The shared experiences of violence, poverty, institutionalised racism and near-lynchings from white neighbours formed deep bonds. Meanwhile they developed a collective lore of martial arts references and in-jokes, honing their rap skills to impress each other.
RZA’s challenge was to channel this volatile camaraderie, sell it to an unsuspecting record industry, meanwhile protecting each individual within the group: “Creative control. None of us are gonna be tied down.” He told the other members to donate a year of their life to his plan; they agreed. The group signed as a co-operative, but RZA also insisted that each member sign his own individual deal too — and carefully choreographed the release of side projects so that each would have the chance to shine.
It was a highly idealistic band constitution, a way of reconciling individual autonomy with collective bargaining — and it was executed with a discipline and attention to detail that belied the band’s chaotic image. It was severely challenged by shootings, jail-terms, arguments and the early death of founder-member Ol’ Dirty Bastard. More recently, U-God sued his bandmates for $2.5 million in lost royalties. He complains bitterly about RZA’s control freakery — but he acknowledges that without him, he would be nowhere.
Anyway, the plan just about worked. Wu-Tang Clan remain the most beloved group in hip-hop history. Almost all of the individual members recorded brilliant side-projects. And the eight surviving members are still happy to be in a room together. The collective held out. But it rested on a highly individualistic vision. RZA: now there’s a middle-aged man to admire. He probably deserves a module in business school too.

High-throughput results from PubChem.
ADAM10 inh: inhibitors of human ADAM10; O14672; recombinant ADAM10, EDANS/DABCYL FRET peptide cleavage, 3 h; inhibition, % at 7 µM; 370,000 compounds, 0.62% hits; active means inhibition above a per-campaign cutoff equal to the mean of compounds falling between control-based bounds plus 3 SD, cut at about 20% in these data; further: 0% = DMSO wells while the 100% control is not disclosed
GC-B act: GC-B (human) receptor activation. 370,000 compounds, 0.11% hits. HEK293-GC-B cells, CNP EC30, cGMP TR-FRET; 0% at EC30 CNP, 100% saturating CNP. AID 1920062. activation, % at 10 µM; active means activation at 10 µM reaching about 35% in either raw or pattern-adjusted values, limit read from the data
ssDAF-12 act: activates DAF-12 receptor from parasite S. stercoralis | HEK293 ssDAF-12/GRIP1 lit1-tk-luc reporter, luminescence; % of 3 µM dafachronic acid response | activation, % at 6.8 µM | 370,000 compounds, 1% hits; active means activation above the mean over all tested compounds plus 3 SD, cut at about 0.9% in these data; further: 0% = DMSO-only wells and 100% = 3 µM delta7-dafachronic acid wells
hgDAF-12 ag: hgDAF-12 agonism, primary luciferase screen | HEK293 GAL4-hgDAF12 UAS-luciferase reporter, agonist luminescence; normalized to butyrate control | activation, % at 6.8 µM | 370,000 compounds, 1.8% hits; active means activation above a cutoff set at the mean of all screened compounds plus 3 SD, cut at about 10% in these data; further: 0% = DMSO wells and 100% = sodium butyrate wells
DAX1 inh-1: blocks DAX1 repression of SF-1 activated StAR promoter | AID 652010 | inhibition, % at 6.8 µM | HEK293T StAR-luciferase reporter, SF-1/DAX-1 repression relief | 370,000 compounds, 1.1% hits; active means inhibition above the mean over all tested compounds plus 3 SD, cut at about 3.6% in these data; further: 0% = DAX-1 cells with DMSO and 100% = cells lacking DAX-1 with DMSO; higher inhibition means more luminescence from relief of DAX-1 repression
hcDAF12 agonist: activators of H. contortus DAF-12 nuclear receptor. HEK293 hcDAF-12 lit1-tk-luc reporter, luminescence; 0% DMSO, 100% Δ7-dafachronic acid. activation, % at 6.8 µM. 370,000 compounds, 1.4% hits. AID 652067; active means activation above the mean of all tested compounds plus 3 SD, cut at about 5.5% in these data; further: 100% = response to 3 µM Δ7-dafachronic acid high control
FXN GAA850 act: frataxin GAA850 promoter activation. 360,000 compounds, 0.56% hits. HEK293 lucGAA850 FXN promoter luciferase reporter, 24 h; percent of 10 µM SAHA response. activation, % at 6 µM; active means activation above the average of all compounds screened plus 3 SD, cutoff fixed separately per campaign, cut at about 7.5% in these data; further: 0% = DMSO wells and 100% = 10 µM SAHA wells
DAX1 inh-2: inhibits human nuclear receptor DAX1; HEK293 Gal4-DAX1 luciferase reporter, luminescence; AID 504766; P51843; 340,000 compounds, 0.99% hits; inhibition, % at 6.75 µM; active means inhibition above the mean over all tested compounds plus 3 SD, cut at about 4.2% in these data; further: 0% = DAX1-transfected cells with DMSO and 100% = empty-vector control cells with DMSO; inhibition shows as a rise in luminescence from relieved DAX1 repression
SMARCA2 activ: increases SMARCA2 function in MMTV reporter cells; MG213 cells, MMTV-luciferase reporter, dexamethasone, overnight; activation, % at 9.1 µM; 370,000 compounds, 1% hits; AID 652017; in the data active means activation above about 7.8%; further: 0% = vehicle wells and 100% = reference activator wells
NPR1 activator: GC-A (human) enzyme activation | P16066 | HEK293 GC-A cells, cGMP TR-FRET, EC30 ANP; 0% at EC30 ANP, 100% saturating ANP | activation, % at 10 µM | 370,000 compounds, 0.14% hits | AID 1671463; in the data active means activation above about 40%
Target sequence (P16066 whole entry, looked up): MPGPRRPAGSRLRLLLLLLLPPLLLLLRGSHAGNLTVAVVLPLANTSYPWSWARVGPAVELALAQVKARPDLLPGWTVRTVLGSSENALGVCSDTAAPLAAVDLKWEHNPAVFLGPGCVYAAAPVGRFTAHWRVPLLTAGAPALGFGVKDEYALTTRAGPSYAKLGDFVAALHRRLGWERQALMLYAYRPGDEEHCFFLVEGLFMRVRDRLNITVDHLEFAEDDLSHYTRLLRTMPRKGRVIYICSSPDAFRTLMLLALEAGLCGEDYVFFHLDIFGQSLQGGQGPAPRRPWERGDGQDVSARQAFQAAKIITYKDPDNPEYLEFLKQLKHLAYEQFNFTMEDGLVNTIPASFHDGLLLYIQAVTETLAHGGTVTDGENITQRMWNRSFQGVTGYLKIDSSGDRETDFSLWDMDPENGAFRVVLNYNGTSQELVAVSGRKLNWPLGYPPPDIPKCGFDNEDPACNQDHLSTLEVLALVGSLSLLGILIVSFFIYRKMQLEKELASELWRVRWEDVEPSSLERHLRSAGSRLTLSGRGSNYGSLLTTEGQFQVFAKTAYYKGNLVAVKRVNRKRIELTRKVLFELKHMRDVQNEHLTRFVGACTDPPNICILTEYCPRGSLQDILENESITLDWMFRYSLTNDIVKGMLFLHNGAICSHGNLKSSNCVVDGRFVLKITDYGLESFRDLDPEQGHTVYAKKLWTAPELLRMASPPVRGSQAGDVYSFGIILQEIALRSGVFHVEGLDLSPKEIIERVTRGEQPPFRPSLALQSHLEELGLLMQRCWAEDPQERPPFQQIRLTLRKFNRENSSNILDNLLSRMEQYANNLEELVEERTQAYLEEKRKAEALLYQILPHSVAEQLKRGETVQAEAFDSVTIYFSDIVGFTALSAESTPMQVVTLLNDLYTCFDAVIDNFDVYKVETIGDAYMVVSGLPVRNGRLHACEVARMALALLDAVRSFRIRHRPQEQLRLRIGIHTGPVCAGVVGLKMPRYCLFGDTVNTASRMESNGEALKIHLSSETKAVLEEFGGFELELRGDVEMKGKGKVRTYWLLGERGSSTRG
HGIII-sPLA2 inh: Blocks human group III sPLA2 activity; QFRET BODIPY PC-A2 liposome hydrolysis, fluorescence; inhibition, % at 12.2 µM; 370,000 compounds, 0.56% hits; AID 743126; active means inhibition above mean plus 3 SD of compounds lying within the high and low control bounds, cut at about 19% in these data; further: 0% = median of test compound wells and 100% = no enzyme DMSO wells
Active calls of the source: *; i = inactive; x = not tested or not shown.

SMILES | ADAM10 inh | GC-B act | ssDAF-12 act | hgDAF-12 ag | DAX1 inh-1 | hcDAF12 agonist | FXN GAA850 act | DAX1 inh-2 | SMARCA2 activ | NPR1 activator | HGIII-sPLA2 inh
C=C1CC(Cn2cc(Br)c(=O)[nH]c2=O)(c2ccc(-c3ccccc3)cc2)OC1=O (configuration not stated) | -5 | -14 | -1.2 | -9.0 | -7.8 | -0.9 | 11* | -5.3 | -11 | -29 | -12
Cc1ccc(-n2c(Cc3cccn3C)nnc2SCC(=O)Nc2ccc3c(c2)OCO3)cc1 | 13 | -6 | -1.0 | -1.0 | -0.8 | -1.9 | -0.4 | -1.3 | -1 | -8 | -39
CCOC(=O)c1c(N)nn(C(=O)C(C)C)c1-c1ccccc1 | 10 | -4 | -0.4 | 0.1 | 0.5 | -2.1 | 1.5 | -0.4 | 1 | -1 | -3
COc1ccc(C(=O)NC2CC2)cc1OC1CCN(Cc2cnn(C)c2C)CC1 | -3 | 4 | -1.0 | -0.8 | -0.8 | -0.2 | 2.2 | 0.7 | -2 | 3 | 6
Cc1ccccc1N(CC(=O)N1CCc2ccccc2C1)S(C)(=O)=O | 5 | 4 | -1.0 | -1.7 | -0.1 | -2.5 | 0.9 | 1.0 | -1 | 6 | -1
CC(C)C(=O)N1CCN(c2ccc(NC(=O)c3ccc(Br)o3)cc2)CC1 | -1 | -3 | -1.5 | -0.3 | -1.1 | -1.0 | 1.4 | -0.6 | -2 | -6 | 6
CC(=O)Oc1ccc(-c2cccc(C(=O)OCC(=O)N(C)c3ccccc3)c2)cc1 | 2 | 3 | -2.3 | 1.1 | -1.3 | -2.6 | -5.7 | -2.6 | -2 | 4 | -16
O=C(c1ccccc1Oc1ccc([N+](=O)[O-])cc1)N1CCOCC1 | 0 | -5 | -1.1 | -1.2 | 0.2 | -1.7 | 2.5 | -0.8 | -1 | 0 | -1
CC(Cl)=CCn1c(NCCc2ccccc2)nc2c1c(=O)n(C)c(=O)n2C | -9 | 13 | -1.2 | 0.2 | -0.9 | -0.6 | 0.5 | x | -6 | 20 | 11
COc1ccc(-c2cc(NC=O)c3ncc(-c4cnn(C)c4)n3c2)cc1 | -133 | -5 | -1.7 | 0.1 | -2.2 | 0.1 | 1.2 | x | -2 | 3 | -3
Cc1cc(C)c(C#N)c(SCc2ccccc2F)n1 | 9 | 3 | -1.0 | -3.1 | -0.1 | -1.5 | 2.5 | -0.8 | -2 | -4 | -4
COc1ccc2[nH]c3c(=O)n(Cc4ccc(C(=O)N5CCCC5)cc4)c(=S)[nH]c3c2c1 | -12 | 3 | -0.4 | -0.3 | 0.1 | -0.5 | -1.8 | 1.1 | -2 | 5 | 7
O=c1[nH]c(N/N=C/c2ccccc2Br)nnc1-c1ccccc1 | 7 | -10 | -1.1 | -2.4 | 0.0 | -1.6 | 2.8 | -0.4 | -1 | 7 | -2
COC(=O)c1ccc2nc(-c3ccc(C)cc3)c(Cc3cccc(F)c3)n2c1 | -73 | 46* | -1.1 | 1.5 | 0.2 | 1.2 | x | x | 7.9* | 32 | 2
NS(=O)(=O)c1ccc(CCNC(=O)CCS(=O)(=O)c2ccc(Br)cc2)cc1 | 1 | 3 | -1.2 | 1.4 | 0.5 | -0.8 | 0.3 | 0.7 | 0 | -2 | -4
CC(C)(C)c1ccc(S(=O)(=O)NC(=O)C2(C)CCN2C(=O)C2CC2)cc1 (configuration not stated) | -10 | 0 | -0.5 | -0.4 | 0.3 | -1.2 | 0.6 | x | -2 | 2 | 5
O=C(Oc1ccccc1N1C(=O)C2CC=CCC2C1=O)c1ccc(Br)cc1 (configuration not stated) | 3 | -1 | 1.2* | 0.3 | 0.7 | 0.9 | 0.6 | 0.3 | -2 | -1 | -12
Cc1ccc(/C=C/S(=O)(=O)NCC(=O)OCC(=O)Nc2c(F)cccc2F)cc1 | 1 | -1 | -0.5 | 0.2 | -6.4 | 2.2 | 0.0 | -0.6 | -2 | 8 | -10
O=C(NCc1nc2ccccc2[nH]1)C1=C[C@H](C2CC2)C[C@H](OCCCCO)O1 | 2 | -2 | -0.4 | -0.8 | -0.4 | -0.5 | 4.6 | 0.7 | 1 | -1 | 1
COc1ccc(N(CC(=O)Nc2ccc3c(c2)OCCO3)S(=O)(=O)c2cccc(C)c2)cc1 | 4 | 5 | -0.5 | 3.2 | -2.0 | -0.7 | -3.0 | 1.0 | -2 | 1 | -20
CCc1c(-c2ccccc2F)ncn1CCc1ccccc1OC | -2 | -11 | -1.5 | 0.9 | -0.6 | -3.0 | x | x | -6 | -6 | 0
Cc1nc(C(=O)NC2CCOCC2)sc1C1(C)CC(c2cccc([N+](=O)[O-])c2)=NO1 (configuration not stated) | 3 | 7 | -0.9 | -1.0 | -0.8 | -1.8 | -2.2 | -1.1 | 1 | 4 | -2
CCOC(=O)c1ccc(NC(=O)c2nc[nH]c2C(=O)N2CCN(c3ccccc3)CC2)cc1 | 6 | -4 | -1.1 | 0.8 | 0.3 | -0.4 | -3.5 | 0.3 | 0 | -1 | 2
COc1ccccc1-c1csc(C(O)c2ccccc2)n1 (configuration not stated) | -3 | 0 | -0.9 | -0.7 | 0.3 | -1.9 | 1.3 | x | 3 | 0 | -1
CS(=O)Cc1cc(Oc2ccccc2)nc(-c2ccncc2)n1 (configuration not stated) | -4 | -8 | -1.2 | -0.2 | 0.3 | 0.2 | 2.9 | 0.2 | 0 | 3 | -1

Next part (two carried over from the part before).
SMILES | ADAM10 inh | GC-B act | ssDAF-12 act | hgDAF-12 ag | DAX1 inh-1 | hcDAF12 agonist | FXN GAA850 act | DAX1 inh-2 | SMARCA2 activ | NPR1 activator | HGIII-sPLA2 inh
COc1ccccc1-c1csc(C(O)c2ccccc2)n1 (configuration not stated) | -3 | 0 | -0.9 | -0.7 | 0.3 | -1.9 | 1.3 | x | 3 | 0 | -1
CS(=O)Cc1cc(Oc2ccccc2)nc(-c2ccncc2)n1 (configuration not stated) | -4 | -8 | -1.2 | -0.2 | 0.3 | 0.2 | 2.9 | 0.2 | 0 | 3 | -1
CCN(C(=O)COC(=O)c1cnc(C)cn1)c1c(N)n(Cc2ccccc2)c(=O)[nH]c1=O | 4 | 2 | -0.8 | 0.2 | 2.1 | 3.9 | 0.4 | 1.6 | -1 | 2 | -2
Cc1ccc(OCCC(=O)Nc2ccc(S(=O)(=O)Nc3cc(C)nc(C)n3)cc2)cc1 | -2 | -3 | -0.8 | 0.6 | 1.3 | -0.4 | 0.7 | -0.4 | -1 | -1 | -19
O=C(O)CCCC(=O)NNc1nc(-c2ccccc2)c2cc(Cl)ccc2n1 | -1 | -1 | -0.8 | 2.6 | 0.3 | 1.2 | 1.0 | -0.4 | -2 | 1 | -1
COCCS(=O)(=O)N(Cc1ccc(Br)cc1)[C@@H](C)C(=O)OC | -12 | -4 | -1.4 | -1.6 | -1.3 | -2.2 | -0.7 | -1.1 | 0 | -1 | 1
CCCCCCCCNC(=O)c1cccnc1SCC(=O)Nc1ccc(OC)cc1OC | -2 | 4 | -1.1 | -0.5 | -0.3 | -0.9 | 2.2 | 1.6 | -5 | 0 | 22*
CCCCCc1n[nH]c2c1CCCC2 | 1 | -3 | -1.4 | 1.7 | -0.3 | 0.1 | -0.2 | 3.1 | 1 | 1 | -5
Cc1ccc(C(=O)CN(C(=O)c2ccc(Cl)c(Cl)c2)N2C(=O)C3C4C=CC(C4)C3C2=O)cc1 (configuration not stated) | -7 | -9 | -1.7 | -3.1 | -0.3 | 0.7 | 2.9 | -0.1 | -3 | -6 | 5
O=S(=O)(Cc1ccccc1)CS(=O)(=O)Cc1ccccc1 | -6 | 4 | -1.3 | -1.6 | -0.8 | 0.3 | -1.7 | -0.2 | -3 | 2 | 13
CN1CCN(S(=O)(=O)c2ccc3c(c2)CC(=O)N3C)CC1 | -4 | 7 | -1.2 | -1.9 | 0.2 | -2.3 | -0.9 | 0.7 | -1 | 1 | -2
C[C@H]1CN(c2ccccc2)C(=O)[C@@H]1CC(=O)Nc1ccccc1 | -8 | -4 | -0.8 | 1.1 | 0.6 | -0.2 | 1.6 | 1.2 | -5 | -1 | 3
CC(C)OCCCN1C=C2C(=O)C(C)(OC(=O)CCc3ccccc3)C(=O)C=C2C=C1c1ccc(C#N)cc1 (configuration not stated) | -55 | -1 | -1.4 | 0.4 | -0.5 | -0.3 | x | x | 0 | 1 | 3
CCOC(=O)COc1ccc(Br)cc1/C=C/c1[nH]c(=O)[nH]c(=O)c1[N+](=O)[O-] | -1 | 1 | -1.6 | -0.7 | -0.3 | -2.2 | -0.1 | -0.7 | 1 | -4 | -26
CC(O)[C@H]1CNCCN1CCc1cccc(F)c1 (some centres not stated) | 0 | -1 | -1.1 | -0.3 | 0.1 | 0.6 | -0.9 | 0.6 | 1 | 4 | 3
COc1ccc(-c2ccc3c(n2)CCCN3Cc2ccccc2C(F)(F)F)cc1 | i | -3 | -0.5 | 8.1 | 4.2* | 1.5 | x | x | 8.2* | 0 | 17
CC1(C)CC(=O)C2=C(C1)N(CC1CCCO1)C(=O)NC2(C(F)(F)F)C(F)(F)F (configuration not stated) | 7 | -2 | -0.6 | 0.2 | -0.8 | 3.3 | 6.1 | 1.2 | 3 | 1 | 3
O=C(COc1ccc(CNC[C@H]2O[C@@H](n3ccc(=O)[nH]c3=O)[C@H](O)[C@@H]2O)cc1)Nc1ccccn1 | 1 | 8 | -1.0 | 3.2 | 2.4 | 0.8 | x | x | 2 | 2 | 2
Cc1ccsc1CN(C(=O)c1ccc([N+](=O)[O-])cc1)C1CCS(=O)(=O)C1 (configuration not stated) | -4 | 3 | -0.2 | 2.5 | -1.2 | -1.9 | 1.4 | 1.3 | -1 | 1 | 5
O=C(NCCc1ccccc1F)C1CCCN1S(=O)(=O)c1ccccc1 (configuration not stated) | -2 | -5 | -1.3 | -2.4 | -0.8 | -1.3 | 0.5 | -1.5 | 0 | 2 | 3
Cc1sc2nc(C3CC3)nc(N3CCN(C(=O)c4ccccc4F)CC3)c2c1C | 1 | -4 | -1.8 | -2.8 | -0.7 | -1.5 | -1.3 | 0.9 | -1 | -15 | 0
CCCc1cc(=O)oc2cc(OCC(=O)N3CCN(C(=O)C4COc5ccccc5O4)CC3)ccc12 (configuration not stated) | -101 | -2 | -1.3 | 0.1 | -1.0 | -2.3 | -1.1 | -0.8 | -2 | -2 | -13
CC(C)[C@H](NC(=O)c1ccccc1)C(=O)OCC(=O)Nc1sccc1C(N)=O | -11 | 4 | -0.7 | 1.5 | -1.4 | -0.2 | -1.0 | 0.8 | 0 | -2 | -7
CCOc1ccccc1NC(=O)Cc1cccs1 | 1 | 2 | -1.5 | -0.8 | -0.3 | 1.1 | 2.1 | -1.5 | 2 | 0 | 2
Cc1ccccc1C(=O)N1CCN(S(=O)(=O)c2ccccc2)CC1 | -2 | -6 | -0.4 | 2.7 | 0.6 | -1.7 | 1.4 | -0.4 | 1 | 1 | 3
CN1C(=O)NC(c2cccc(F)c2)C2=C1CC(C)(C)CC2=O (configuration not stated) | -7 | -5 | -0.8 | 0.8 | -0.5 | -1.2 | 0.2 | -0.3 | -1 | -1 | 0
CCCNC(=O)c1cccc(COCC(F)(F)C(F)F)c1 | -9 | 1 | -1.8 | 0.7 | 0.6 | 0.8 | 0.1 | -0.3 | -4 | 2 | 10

I’m not sure that there’s any political comfort to take from this quasi-Nietzschean proposition — though the true megalomaniacs, Prince, Kanye, Madonna, Bowie, will usually go it alone. But I think there’s a useful lesson in here for any group endeavour. The best band I ever played in was a ten-piece funk band led by a despotic but extremely talented trumpeter. Rehearsals were tense and frequently humiliating. But we put it up with the hellish regime because in actual performances we were shit hot and that was what we had signed up for. By contrast, I am in an amiable Monday night sort-of-band with some friends, and it will remain a sort-of band forever, as everyone is really nice.
What you soon learn is that talent and even originality aren’t so hard to come by. It’s not so rare to find someone who can play drums OK, or spit a few verses, or even write really amazing songs. What almost never happens is that talent and originality coincide with the sort of ruthless charisma required to sublimate others to your vision. This is why people worship the few musicians who manage to do it. So if you do ever find yourself in the orbit of a Byrne or a RZA, do what the maestro tells you.